A wish fulfilled
Kari Tauring embraces her Norwegian roots on the “Alt for Norge” program
By Gary Erickson
Norwegian American Weekly
Kari Tauring of Minneapolis, Minn., had been trying to find a way to travel to Norway for the longest time. She pursued grant and program monies to fund her travel dream. Application after application was completed with no luck. At Christmas time in 2008, Tauring’s older sister provided her with a simple, creative opportunity by which she might finally achieve her travel dream. Tauring’s Norwegian past could become unified with her present.
In a recent sit-down interview with the Norwegian American Weekly, Tauring described the serendipitous event that allowed her to travel. A Minneapolis newspaper article had been noted by Tauring’s sister, in which a Norwegian reality television production company, “Alt for Norge,” [All for Norway] revealed it was searching for 10 Norwegian American participants who were interested in their heritage. Rules were simple: the 10 could never have been to Norway before; they must be willing to participate in fun-loving competition of all sorts and do so in a variety of Norwegian locations and settings. They would have an opportunity to win a $50,000 grand prize, and meet their Norwegian relatives.
Tauring said her thoughts were, “Why not? I’ve been applying for everything else. I might as well try this.”
Having completed undergraduate work at a Norwegian Lutheran college, Luther College in Decorah, Iowa, and having enrolled in graduate school, studying Scandinavian runes at the University of St. Thomas in Minneapolis, Minn., Tauring felt well-qualified.
“The only Norwegian in a field of Irish Catholics,” said her graduate school advisor at St. Thomas. Tauring immediately sent in her application and video. Tauring’s successful, creative preparation brought program selection, then delivered her to Norway, and eventually garnered international publicity and precious self-understanding.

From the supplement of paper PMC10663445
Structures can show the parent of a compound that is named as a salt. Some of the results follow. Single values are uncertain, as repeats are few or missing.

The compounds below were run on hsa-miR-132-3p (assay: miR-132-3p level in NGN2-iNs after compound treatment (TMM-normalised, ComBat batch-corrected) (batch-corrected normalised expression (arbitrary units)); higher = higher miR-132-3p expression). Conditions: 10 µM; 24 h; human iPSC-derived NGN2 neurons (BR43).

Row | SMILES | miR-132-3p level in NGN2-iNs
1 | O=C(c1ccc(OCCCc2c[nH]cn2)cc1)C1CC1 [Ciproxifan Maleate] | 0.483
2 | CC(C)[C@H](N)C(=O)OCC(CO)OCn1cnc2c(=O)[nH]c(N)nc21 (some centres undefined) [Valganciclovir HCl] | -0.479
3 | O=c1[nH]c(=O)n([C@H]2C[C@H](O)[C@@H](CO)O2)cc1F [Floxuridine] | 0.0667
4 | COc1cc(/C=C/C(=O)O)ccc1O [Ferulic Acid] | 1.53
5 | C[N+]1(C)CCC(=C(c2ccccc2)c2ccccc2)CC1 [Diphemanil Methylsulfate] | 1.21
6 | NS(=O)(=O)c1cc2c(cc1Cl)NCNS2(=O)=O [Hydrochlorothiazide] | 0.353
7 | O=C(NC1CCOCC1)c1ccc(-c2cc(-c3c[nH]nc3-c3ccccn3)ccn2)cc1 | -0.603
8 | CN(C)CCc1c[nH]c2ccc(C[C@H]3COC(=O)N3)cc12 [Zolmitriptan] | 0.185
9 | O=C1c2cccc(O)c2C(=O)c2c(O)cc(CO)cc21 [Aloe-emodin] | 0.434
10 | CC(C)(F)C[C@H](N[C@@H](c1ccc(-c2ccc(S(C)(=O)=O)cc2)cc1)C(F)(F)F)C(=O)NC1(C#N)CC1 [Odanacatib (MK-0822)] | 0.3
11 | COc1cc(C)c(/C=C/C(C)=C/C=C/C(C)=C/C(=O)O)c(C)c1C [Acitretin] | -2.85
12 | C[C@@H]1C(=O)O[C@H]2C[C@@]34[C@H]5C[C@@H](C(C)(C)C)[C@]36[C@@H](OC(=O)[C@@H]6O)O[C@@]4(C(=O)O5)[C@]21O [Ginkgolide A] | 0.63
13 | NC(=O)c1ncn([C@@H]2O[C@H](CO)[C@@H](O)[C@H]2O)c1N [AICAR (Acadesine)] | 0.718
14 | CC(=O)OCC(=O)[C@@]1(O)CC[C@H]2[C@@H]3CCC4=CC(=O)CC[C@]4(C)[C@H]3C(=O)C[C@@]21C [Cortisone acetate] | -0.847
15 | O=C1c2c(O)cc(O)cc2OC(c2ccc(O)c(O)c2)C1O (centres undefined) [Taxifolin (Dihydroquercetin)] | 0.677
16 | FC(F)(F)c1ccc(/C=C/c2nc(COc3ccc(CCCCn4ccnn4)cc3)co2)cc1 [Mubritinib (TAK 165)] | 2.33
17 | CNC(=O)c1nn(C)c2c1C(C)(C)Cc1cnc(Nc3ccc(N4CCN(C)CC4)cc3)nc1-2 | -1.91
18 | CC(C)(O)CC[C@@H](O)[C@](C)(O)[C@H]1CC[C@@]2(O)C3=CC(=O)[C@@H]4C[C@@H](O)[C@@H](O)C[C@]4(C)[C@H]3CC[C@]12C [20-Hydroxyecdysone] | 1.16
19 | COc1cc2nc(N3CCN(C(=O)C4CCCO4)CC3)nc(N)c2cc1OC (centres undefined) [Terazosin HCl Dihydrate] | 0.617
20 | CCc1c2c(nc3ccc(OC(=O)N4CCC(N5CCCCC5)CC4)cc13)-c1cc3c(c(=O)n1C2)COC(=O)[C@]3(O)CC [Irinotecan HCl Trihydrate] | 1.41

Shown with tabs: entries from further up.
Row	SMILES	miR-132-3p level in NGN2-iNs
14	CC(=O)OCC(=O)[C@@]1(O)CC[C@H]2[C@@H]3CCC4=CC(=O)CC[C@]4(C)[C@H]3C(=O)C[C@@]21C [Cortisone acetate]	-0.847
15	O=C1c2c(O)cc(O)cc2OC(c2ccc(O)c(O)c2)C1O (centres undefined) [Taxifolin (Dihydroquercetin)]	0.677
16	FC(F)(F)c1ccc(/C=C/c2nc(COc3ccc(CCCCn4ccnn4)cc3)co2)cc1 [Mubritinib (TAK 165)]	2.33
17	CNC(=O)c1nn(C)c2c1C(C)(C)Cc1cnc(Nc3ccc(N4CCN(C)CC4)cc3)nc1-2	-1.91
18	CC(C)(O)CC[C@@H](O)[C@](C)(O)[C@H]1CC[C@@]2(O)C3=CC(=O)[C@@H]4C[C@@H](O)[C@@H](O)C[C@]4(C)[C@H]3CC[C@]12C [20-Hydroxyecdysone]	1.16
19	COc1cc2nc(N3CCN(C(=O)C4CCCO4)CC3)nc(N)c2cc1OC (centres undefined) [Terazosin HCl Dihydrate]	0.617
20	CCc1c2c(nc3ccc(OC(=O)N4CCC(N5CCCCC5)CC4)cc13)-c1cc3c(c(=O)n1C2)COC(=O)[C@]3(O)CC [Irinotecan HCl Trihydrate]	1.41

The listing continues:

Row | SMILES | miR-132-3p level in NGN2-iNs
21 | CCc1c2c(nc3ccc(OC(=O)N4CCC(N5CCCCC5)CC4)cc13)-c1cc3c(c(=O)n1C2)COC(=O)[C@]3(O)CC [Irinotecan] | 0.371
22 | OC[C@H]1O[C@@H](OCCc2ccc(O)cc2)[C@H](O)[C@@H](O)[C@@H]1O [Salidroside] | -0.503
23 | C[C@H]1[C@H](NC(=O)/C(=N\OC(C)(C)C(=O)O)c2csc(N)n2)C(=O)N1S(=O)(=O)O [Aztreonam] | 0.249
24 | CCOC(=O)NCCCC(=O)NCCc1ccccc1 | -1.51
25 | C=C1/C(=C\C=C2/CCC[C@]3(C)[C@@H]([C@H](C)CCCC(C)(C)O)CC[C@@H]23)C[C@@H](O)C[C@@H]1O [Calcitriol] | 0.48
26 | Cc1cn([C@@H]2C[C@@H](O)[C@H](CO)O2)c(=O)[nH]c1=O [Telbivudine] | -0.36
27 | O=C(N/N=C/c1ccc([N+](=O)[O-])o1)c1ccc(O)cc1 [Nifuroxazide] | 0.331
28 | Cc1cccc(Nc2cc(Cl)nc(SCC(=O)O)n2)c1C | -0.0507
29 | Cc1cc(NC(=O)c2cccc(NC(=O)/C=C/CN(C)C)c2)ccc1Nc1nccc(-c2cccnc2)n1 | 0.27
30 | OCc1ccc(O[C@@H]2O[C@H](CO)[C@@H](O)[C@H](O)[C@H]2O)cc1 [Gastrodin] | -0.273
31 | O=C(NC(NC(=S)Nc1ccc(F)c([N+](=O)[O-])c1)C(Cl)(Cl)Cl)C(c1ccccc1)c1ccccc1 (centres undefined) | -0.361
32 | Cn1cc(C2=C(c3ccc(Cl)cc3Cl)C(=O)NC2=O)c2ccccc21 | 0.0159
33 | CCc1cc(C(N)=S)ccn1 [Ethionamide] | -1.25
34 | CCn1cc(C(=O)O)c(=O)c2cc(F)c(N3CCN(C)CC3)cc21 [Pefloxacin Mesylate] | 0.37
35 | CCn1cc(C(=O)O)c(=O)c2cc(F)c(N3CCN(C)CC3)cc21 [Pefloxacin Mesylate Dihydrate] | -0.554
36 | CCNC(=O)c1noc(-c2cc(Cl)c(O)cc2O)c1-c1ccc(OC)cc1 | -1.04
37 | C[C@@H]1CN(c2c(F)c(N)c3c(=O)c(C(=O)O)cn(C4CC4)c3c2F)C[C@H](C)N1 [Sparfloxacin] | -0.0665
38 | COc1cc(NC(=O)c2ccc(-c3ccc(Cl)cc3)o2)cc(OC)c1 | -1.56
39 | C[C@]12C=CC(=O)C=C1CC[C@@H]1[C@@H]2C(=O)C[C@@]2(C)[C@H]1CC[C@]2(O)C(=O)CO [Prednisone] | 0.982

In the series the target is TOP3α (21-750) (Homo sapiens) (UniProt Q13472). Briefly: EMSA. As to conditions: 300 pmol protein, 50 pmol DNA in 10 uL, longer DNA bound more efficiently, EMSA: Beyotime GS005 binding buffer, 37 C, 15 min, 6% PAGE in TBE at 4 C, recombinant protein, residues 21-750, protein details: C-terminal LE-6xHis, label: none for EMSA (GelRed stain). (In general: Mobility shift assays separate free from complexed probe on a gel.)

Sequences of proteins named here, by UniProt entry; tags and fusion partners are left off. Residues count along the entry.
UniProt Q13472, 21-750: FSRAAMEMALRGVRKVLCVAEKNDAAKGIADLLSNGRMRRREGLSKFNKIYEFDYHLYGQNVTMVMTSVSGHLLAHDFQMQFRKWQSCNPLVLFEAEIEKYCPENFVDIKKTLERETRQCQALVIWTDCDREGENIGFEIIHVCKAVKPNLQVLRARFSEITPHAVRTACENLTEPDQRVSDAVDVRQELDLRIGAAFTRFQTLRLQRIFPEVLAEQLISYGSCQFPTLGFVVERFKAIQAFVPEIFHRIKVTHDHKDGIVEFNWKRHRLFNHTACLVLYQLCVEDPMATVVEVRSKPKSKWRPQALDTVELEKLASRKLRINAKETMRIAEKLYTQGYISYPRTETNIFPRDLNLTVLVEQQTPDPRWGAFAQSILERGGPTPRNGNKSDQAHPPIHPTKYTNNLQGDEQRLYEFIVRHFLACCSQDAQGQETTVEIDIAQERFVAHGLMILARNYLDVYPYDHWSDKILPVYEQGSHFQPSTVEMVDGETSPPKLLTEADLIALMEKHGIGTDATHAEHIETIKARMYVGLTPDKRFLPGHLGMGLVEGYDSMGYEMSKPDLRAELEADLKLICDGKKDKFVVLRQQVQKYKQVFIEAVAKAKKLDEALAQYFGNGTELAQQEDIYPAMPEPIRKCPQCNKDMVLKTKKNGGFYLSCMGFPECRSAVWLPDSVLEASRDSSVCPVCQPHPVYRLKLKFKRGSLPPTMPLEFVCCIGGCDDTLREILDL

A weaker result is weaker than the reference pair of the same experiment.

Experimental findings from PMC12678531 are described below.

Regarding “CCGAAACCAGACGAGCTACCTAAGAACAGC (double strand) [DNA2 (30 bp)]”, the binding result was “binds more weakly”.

Tauring experienced a good portion of what it is like to be a Norwegian in Norway. She had created a list before she left for Norway, a list of things she hoped to do and see. Once there, her program competition took place over several weeks in outdoors events. She ate Norwegian foods, rowed boats, hiked in the mountains and lived very much within the context of rugged Norwegian friluftsliv, living and being recreational in the outdoors and being one with nature. She was comfortable. She was expressive. She was exuberant. She wore her heart on her sleeve.
“I cried a lot [on the show],” she said. The show quickly became a top-watched, talked-about hit in Norway.
When queried about her Norwegian experience in totality and what may have affected her in a lasting manner, she replied. “You know, it was the nature, the nature and the landscape… the land really spoke to me. It was such a pleasure to be on that soil, being on that homeland.” Nature and the environment were things that had always interested her. “We have this spiritual reverence for nature within our family,” Tauring reflected, something stemming from the spiritual values she learned growing up, in part on her Norwegian maternal grandparents’ farm in Wisconsin.
She recalled that as a small child on one of her many visits, she told her grandmother, “I have a hard time praying in church. I get so wiggly! I just want to stand up, and just want to dance and pray!” Her grandmother took her to the picture that always hung over the couch in the living room. It was a painting of Jesus praying in Gethsemane. “Now, Tauring,” she said, “when you want to pray loud and sing loud and jump around, you go pray in the nature, because that’s where Jesus went to pray every time it was so important.” “I grew up a little bit, running through the woods, and leaping and praying and being with nature and all of these things,” mused Tauring.
Tauring competed diligently and compassionately. She was the first recipient of the show’s Norwegian Spirit Award, an award recognizing her competitiveness, but yet mitigated by compassion for her fellow participants. In the end, Tauring, unfortunately, did not win the ultimate prize. She did not meet her Norwegian family. She did, however, have the opportunity to visit the small Bakka church near Gudsvangen in Sogn og Fjordane, a church in which her great-grandmother was baptized. The production crew recorded her visit and her walk up to the small, white wooden building. “I walked into the church, and there, hanging over the altar, is the painting of Jesus praying in Gethsemane. I just burst into tears,” said Tauring. “I felt her there. I felt all of my ancestors around me. It just felt like an embrace of deep, deep proportions. . . I felt my list was pretty well done.”
For more information about “Alt for Norge,” visit www.tvnorge.no.
This article was originally published in the June 24, 2011 issue of the Norwegian American Weekly. For more information about the Norwegian American Weekly or to subscribe, call us toll free (800) 305-0217 or email firstname.lastname@example.org.